Back we go with the camera to take a few pictures and to just see what else was out there  We kept going on our tour back over to the cranberry bog to see how the cranberries were coming along.  There is going to be an amazing crop this year. I could have swore I took a picture of the cranberries but I can't find it anywhere even in the 'trash'.  I must be losing my mind.  The low bush Blueberries are quite abundant also and do they ever taste good. 

     Every time I go over there we find something new, this is the area that we found the orchids.  There was an abundance of cotton grass (pictures blurry, not posted) and may small Viburnum cassinoides (Witherod).  These, like the huckleberry, will turn colour in the fall.  I must try to collect some seed when the fruit turns dark blue.

     There seems to be a streak of blue running through this blog, but that will change to red when the cranberries are ready.

Saturday, August 13, 2011

Daylily Delight

I am but an amateur in the field of Daylilies.  But I know what I like.


My perfect daylily must be medium to large plant (I have a big property), must be brightly coloured (no washed out colours for me) and must bloom for a long time.  But I can make exceptions.

Prairie Blue Eyes

Daylilies are a diverse group on colour and form from many years of hybridization by both amateur and professional daylily breeders.  I don't know who has the most varieties, Hosta or Daylilies.  They emerge early in the spring with wonderful grassy leaves coming up at a time to cover the dying foliage of spring bulbs.  They are clump forming, are not aggressive spreaders and are easily divided.  Very low maintenance and work well in a perennial garden or with shrubs. The colours are amazing.  What more could you ask for.

Late July and Early August can be down times for colour in the garden, and this can be due to the fact that most people have finished buying and planting new perennials.  And the general public tend to purchase plants in bloom, there for they miss out on great plants for later in the season.  Serious gardeners know better.  Daylilies are just one type of plant that can fill this gap.  Some bloom earlier in the season and some later but the bulk of them bloom during this time.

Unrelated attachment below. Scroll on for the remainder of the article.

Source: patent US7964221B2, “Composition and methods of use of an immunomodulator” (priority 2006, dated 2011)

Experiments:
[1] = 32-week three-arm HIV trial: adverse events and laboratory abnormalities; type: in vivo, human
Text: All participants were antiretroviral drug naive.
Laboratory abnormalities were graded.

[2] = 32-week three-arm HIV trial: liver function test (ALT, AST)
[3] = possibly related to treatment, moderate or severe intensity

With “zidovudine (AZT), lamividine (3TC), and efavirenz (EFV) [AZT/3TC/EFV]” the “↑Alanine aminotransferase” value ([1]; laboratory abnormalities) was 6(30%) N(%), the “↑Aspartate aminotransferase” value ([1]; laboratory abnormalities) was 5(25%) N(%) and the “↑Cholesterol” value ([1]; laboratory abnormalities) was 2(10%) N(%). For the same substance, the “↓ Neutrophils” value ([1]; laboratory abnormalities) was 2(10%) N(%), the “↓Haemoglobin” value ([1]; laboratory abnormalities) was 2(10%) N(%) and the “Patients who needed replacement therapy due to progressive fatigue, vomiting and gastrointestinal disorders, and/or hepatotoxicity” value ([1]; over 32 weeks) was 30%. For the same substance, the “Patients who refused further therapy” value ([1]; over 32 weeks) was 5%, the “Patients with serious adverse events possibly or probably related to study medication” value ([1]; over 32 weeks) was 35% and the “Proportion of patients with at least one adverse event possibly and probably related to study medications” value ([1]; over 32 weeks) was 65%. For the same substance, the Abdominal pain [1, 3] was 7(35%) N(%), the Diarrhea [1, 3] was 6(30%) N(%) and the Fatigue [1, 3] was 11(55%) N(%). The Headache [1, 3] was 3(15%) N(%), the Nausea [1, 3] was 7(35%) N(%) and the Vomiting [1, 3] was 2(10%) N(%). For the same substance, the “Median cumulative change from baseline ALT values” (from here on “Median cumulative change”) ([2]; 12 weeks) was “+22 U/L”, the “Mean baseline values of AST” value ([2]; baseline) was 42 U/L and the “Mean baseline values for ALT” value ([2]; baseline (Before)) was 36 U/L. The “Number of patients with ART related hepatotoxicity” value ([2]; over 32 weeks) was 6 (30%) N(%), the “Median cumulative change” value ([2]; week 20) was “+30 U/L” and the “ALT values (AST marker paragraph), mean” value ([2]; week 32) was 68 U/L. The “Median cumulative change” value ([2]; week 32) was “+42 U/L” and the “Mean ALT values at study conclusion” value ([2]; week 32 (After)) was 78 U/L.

Jim's Pick (foreground)
Frans Hals (behind)

The Daylily is so named because the flower usually does not last more than 24 hours.  This does not make them useful in flower arranging but they do make good cut flowers because unopened buds continue to mature and open over many days.

They come in a range of colours from yellow to orange, all shades of pink and red, lavenders, green tones and almost black and almost white (but not quite).  Blues still elude the breeders although the name 'Blue' pops up in some varieties.

The old fashioned Tawny Daylily that many people would consider a wild or native plant is actually an escape from old homesteads.  Other names for it is Railroad Lily (Andrew likes that one) or Outhouse Lily (gee, where did they plant that one)

Dublin Elaine

Daylilies do cross pollinate easily, and I am not going to get into terms like diploids. tetraploids etc.....  I would have to look them up and try to interpret them (did not do well in genetics in school) and I will leave that to the professionals. They are constantly breeding for ruffles, doubles, colour, fragrance and reblooming or continuous blooming such as the Stella series. Name your combination, it is probably out there.

Seed Selection

 I have played around with seed, purchasing some seed years ago from Garden's North.  I had a range germinate that were from lavender (see above) to reds, yellows and others.  This lavender is really nice.  I have not sold any yet, maybe next year, and I will need to find a name for it.  A daylily breeder would probably cull it out since the newer ones are more frilly or more exotic.  They have exotic prices too.